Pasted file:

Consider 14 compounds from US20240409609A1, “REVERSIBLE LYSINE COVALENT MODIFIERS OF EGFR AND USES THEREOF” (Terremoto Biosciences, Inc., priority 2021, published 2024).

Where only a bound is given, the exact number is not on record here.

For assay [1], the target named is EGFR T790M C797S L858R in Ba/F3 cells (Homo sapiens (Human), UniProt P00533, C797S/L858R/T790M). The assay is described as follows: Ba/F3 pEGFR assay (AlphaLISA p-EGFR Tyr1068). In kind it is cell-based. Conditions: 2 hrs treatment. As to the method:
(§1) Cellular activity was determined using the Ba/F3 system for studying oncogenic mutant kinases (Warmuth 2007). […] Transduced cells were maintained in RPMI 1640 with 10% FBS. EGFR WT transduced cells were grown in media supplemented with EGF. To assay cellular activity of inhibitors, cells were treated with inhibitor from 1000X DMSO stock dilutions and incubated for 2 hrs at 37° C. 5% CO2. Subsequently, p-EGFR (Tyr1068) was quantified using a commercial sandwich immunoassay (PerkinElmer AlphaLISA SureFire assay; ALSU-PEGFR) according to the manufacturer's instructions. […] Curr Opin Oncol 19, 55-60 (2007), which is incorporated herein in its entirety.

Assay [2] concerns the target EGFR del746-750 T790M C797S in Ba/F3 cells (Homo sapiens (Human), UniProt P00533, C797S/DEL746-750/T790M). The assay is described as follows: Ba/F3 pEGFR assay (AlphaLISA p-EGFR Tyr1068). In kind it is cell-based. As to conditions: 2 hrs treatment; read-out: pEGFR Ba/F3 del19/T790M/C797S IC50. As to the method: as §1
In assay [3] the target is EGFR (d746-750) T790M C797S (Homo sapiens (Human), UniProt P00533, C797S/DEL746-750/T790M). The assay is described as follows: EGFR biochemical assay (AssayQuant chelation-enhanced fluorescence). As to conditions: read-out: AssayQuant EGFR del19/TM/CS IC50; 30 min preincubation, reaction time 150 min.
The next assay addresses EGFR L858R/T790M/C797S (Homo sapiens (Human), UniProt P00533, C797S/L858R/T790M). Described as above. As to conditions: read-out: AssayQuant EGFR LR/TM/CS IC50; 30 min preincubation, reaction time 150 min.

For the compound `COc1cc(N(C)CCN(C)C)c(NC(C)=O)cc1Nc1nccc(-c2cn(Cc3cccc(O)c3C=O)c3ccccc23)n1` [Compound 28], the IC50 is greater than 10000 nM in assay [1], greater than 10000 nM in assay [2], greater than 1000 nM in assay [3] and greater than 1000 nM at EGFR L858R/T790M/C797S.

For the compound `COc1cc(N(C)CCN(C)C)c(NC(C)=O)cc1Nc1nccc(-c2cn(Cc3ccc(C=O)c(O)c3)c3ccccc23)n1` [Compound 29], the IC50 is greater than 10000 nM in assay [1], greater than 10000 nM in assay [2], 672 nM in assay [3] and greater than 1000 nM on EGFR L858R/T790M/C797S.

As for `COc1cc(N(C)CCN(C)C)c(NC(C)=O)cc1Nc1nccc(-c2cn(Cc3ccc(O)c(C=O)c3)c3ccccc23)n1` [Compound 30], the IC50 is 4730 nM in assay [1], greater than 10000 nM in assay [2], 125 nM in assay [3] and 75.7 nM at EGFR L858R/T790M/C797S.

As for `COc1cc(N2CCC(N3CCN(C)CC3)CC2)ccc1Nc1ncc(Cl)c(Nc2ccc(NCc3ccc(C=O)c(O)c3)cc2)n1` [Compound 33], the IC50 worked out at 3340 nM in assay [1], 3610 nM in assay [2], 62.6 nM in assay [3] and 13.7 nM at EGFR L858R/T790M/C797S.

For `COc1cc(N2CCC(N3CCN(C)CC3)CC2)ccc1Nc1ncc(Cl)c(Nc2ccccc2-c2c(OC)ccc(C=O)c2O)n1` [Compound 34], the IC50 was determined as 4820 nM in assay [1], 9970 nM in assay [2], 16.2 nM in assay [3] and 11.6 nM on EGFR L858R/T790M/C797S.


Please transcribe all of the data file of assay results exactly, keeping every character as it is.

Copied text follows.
Consider 14 compounds from US20240409609A1, “REVERSIBLE LYSINE COVALENT MODIFIERS OF EGFR AND USES THEREOF” (Terremoto Biosciences, Inc., priority 2021, published 2024).

Where only a bound is given, the exact number is not on record here.

For assay [1], the target named is EGFR T790M C797S L858R in Ba/F3 cells (Homo sapiens (Human), UniProt P00533, C797S/L858R/T790M). The assay is described as follows: Ba/F3 pEGFR assay (AlphaLISA p-EGFR Tyr1068). In kind it is cell-based. Conditions: 2 hrs treatment. As to the method:
(§1) Cellular activity was determined using the Ba/F3 system for studying oncogenic mutant kinases (Warmuth 2007). […] Transduced cells were maintained in RPMI 1640 with 10% FBS. EGFR WT transduced cells were grown in media supplemented with EGF. To assay cellular activity of inhibitors, cells were treated with inhibitor from 1000X DMSO stock dilutions and incubated for 2 hrs at 37° C. 5% CO2. Subsequently, p-EGFR (Tyr1068) was quantified using a commercial sandwich immunoassay (PerkinElmer AlphaLISA SureFire assay; ALSU-PEGFR) according to the manufacturer's instructions. […] Curr Opin Oncol 19, 55-60 (2007), which is incorporated herein in its entirety.

Assay [2] concerns the target EGFR del746-750 T790M C797S in Ba/F3 cells (Homo sapiens (Human), UniProt P00533, C797S/DEL746-750/T790M). The assay is described as follows: Ba/F3 pEGFR assay (AlphaLISA p-EGFR Tyr1068). In kind it is cell-based. As to conditions: 2 hrs treatment; read-out: pEGFR Ba/F3 del19/T790M/C797S IC50. As to the method: as §1
In assay [3] the target is EGFR (d746-750) T790M C797S (Homo sapiens (Human), UniProt P00533, C797S/DEL746-750/T790M). The assay is described as follows: EGFR biochemical assay (AssayQuant chelation-enhanced fluorescence). As to conditions: read-out: AssayQuant EGFR del19/TM/CS IC50; 30 min preincubation, reaction time 150 min.
The next assay addresses EGFR L858R/T790M/C797S (Homo sapiens (Human), UniProt P00533, C797S/L858R/T790M). Described as above. As to conditions: read-out: AssayQuant EGFR LR/TM/CS IC50; 30 min preincubation, reaction time 150 min.

For the compound `COc1cc(N(C)CCN(C)C)c(NC(C)=O)cc1Nc1nccc(-c2cn(Cc3cccc(O)c3C=O)c3ccccc23)n1` [Compound 28], the IC50 is greater than 10000 nM in assay [1], greater than 10000 nM in assay [2], greater than 1000 nM in assay [3] and greater than 1000 nM at EGFR L858R/T790M/C797S.

For the compound `COc1cc(N(C)CCN(C)C)c(NC(C)=O)cc1Nc1nccc(-c2cn(Cc3ccc(C=O)c(O)c3)c3ccccc23)n1` [Compound 29], the IC50 is greater than 10000 nM in assay [1], greater than 10000 nM in assay [2], 672 nM in assay [3] and greater than 1000 nM on EGFR L858R/T790M/C797S.

As for `COc1cc(N(C)CCN(C)C)c(NC(C)=O)cc1Nc1nccc(-c2cn(Cc3ccc(O)c(C=O)c3)c3ccccc23)n1` [Compound 30], the IC50 is 4730 nM in assay [1], greater than 10000 nM in assay [2], 125 nM in assay [3] and 75.7 nM at EGFR L858R/T790M/C797S.

As for `COc1cc(N2CCC(N3CCN(C)CC3)CC2)ccc1Nc1ncc(Cl)c(Nc2ccc(NCc3ccc(C=O)c(O)c3)cc2)n1` [Compound 33], the IC50 worked out at 3340 nM in assay [1], 3610 nM in assay [2], 62.6 nM in assay [3] and 13.7 nM at EGFR L858R/T790M/C797S.

For `COc1cc(N2CCC(N3CCN(C)CC3)CC2)ccc1Nc1ncc(Cl)c(Nc2ccccc2-c2c(OC)ccc(C=O)c2O)n1` [Compound 34], the IC50 was determined as 4820 nM in assay [1], 9970 nM in assay [2], 16.2 nM in assay [3] and 11.6 nM on EGFR L858R/T790M/C797S.